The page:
Competition from Association of Southeast Asian Nations (ASEAN) and free trade agreement (FTA) countries, particularly cheap imports from Chinese manufacturers, is putting pressure on the price of steel globally. In India, manufacturers have cut their prices as much as 7-10% below their production costs. Stainless steel imports in India increased by almost 38% between April to December 2014, and much of this can be attributed to manufacturers in ASEAN countries. Jindal Stainless reports that China alone accounts for almost 35% of the increase, with projections for further imports in the last quarter of 2015 being as high as 100 000 to 150 000 tonnes. The Indian Stainless Steel Development Association (ISSDA) estimates India’s annual stainless steel consumption to be 2.7 million tonnes.
Increased Global demand and offset by Inreased Production
While India has increased its production capacity to 5 million tonnes over four years (up from 3.5 million tonnes), China has increased its production capacity from 7 to 17 million tonnes, making it far and away the world’s largest producer of stainless steel. Unsurprisingly, China is also the world’s largest exporter.
According to the Delhi Stainless Steel Trade Association, the country’s capacity utilisation for stainless steel production has dropped to 55% from 65–70% a year ago – between 2.6 million to 2.7 million tonnes, with further decreases possible. It has also resulted in weaker domestic demand— ISSDA estimates that India now imports 40% of its stainless steel.
Calls For An inquiry Amid Claims of Unfair business practices
Both India and the European Union have launched probes into stainless steel imports from China, with the EU also investigating imports from Taiwan. The Comprehensive Economic Cooperation Agreement (CECA) that India has signed allows Vietnamese and Malaysian manufacturers who import stainless steel to forego the 7.5% import duty, so long as they can show that the value of the steel has increased 35% as a result of their use of the material.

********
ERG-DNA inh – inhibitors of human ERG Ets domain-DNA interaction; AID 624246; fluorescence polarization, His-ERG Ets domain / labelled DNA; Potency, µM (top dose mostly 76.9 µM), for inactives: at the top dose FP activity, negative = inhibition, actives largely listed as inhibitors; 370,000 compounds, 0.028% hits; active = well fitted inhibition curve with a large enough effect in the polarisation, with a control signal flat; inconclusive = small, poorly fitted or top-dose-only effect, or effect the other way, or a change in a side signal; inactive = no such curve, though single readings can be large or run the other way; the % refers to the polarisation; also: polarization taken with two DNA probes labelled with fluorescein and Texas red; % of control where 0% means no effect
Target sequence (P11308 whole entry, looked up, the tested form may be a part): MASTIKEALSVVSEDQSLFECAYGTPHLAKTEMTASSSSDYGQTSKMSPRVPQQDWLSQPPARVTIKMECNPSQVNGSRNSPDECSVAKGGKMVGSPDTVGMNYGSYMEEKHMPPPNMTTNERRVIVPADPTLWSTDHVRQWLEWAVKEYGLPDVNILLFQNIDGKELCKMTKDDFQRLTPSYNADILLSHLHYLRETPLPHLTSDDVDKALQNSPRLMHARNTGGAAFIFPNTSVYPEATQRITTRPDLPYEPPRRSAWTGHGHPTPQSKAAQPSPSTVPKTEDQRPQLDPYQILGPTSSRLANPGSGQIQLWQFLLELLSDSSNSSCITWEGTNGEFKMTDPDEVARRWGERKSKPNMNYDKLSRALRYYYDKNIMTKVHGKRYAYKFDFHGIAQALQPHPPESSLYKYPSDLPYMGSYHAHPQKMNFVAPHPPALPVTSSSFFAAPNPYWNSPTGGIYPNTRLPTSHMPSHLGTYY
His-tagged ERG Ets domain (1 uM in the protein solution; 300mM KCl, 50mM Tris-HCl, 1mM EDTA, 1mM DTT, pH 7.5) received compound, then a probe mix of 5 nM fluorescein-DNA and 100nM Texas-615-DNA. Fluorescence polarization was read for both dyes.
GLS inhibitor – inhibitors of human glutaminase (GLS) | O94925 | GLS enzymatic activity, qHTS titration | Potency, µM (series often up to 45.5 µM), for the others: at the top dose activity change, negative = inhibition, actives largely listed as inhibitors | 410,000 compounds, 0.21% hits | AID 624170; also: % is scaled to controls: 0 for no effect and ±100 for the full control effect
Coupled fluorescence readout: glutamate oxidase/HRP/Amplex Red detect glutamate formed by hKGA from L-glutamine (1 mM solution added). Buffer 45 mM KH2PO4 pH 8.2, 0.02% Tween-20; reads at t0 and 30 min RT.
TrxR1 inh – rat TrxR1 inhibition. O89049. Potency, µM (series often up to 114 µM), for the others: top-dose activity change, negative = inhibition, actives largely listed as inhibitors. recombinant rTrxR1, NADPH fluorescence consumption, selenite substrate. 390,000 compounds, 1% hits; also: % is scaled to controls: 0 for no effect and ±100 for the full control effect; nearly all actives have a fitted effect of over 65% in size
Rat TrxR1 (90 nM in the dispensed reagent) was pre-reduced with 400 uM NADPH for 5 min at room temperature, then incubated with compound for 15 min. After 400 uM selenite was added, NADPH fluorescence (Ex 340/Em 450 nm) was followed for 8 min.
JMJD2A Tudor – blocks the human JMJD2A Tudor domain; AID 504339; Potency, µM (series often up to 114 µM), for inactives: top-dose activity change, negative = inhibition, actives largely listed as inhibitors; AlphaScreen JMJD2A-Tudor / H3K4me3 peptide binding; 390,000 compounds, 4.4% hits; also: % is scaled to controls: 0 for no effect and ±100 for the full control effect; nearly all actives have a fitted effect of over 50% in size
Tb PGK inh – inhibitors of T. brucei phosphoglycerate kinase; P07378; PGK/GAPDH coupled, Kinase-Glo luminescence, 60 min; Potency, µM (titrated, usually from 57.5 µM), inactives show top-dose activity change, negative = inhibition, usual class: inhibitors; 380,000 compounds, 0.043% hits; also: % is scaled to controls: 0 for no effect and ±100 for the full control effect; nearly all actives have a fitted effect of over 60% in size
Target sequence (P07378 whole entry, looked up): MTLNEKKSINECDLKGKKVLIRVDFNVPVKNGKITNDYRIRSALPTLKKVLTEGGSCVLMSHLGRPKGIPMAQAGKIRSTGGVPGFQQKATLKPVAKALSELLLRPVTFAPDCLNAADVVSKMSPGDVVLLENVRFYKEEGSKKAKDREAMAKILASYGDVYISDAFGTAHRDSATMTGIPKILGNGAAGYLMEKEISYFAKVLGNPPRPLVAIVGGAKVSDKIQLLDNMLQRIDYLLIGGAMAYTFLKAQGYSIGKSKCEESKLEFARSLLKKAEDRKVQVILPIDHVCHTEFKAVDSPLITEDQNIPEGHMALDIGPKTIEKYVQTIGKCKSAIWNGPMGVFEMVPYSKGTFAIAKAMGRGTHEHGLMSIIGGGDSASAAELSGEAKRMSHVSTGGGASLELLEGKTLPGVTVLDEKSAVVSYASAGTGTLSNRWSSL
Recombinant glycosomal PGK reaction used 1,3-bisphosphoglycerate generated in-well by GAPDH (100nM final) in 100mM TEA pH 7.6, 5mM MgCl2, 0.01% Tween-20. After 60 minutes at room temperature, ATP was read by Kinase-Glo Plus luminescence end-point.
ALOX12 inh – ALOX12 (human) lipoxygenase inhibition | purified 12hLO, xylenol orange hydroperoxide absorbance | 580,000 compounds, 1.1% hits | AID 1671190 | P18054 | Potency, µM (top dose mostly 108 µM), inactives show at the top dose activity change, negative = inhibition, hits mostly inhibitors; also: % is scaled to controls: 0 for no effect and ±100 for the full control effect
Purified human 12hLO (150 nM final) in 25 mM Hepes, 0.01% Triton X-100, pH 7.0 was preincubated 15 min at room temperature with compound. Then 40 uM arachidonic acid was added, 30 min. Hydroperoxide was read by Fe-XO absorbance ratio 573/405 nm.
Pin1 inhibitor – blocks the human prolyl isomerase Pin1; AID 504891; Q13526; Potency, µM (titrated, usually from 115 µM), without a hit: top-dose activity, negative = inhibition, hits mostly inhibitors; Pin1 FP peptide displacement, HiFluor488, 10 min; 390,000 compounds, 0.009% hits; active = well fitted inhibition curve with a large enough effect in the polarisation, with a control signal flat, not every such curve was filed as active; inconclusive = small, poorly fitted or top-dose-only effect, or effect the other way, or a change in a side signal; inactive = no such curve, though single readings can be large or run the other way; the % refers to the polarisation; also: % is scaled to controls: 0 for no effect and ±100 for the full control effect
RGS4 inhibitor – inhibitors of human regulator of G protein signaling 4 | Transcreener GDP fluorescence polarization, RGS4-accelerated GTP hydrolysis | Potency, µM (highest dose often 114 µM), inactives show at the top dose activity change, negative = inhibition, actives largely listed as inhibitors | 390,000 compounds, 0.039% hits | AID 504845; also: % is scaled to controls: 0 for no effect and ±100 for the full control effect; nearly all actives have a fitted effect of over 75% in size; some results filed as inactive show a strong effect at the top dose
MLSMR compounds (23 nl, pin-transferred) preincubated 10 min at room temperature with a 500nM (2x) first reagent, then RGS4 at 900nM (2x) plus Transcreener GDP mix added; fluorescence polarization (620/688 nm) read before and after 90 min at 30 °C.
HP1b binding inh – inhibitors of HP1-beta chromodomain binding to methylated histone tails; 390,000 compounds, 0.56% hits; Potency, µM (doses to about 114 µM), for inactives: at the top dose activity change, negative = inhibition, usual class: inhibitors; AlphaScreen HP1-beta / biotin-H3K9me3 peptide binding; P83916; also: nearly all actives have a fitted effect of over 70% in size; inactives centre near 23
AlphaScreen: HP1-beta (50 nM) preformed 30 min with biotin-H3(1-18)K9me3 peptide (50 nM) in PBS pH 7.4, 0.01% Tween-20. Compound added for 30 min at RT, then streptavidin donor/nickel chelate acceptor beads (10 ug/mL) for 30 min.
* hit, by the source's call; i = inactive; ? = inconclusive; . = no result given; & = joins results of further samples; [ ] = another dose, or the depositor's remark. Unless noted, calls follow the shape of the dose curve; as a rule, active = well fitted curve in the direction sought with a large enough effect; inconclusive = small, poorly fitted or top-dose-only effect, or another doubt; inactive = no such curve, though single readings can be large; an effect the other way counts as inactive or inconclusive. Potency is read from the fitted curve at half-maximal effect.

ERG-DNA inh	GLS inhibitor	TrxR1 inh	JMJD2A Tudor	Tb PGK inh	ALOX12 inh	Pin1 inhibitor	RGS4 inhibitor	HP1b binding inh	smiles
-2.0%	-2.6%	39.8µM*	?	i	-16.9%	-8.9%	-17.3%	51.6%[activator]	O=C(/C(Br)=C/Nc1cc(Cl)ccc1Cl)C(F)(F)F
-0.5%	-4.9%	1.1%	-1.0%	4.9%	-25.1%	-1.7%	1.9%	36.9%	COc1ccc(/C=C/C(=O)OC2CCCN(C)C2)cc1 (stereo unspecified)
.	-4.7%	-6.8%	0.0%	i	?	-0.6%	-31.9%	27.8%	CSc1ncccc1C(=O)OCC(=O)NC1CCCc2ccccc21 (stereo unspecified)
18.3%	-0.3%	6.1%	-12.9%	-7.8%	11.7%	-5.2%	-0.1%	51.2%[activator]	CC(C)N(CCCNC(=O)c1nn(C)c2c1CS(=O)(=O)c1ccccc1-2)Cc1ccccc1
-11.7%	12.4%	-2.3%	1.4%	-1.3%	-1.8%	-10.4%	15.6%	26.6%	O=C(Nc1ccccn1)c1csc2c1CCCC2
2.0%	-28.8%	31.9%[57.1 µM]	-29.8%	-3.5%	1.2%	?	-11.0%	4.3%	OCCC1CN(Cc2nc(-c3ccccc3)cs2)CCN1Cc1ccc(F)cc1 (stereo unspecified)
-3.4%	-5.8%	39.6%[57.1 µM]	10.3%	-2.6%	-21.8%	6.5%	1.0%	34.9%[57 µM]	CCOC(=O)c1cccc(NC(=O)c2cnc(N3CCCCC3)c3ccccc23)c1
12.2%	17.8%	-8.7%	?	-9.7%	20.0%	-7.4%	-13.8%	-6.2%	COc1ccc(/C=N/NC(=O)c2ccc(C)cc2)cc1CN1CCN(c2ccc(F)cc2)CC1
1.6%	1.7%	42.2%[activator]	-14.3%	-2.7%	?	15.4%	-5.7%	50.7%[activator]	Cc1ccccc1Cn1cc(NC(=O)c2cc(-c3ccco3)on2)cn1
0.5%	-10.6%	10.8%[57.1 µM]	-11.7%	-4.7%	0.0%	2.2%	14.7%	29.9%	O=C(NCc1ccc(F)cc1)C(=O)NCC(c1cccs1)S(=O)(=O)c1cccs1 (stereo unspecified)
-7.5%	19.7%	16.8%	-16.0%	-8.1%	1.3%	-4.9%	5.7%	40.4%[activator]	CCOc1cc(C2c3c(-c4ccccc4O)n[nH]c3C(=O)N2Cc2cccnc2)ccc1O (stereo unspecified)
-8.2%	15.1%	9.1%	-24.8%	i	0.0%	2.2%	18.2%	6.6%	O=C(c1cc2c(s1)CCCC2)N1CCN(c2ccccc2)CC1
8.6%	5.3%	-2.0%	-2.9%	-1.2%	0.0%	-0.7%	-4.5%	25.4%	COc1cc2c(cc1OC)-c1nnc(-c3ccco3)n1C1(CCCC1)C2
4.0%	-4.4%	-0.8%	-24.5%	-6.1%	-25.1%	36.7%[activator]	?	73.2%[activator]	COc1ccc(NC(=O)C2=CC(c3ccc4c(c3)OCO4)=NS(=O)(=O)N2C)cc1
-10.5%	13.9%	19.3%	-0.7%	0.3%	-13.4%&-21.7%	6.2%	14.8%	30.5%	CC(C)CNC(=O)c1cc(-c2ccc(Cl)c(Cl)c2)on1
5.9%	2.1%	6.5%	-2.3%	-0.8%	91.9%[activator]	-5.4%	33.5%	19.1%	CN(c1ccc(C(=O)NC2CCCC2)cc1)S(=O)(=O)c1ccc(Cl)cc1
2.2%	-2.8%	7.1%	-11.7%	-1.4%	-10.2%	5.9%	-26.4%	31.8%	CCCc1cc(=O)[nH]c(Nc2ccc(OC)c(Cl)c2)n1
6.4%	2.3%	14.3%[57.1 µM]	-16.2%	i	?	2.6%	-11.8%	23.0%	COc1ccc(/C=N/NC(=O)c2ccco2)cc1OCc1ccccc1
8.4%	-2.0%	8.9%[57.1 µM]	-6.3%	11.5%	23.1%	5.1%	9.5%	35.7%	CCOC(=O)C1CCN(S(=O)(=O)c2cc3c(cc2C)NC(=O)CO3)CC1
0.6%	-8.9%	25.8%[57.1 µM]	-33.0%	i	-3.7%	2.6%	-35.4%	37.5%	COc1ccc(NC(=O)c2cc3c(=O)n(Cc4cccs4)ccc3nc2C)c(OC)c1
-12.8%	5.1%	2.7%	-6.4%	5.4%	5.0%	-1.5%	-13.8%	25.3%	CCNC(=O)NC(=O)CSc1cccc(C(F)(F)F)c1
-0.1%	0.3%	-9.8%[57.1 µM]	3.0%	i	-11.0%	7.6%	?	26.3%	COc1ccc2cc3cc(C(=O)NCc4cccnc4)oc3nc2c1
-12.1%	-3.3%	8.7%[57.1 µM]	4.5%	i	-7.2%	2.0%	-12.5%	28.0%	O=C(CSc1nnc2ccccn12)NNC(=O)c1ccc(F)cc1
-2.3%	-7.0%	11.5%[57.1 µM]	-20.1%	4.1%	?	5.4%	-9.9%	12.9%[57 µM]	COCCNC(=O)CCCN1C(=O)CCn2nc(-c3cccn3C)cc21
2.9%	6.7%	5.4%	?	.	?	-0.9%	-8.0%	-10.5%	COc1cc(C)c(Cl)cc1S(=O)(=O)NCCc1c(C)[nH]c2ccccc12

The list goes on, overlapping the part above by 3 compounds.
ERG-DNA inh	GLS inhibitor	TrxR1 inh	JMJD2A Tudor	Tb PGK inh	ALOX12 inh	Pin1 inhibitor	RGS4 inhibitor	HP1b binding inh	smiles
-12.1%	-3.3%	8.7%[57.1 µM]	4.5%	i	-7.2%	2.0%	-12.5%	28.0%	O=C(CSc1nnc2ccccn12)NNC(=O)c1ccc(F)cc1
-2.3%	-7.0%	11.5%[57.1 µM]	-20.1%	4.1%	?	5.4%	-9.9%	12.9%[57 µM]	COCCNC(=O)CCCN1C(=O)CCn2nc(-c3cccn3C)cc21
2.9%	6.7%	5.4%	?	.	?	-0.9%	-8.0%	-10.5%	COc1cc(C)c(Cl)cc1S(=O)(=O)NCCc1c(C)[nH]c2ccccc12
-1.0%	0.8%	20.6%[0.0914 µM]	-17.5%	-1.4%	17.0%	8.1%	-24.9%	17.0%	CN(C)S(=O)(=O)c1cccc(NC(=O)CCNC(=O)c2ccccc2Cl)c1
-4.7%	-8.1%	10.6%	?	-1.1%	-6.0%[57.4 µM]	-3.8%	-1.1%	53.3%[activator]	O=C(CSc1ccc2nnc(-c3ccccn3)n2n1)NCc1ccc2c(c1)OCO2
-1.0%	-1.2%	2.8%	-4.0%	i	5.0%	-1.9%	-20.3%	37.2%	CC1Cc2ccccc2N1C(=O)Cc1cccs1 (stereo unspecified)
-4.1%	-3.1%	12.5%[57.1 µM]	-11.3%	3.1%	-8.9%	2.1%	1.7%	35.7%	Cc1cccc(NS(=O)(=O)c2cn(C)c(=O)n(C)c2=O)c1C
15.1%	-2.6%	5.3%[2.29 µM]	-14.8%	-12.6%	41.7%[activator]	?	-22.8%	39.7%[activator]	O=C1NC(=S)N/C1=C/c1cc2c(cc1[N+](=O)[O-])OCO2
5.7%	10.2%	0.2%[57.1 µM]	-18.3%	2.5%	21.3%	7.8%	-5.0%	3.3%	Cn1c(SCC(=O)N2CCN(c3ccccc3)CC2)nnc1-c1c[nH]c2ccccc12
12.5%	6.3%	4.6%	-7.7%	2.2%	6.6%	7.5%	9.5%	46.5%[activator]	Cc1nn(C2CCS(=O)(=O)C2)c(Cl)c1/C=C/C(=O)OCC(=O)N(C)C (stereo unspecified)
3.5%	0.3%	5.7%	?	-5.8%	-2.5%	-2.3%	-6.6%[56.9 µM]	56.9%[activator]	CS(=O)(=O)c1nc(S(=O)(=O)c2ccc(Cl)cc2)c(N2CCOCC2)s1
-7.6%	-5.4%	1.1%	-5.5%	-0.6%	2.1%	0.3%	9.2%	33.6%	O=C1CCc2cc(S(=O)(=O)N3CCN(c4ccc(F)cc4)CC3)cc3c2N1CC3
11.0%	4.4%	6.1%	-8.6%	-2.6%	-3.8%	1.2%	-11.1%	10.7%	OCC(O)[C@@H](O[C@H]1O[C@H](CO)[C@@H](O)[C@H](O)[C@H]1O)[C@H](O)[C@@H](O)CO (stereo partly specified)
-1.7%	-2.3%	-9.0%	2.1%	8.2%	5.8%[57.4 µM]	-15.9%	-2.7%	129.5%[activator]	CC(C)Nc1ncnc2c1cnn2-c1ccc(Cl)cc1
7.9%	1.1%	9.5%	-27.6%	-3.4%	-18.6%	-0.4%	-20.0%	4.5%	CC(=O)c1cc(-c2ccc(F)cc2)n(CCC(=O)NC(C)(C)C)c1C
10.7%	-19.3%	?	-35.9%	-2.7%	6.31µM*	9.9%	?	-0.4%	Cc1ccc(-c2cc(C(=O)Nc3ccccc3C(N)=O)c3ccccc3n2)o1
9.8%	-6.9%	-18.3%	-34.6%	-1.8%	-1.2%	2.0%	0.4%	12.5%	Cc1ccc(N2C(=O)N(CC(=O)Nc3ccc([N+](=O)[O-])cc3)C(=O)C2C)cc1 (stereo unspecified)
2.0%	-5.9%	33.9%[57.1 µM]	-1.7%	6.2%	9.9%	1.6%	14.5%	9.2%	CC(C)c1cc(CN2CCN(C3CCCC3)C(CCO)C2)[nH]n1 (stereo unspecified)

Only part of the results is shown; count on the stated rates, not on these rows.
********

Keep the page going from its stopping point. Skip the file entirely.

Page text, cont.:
However, ISSDA is concerned about how the companies account for this mandatory value addition, as there is little evidence that stainless steel manufacturers in these countries have the facilities required for hot- rolling. According to figures obtained from MEPS Stainless Steel Review, importing hot-rolled sheet to convert to cold-rolled adds no more than 10% to 15% in value.
As a result, ISSDA said in a statement, they believe “some foreign companies are furnishing Preferential Certificates of Origins to convince custom authorities in the country of import that the material has originated in the country of export.”
The Indian ministry of Commerce and Industry has launched an investigation into the impact of Chinese imports as the result of pressure from the local stainless steel industry.
ISSDA also believes Chinese manufacturers have access to cheaper raw materials, such as ferrochrome, with claims that the Chinese government subsidises electricity and working capital loan interest.
However, manufacturers in other industries oppose such an inquiry, fearing that they will lose their access to cheaper materials, thereby threatening their position in the export market where they face competition from other countries, including China.
With the Process Plant & Machinery Association of India (PPMAI) disputing the claims by ISSDA and Jindal Stainless, the result of the government investigation is far from clear, but it could have a far-reaching effect on one of the world’s largest producers of stainless steel.
The Indian government has reasons to want to avoid an overly confrontational attitude, as India and ASEAN countries signed an FTA agreement in 2009. The ministry has said that it hopes the value of this agreement, in the form of services and investments, will increase to $100 billion from its current level of $80 billion, from July 2015 onwards.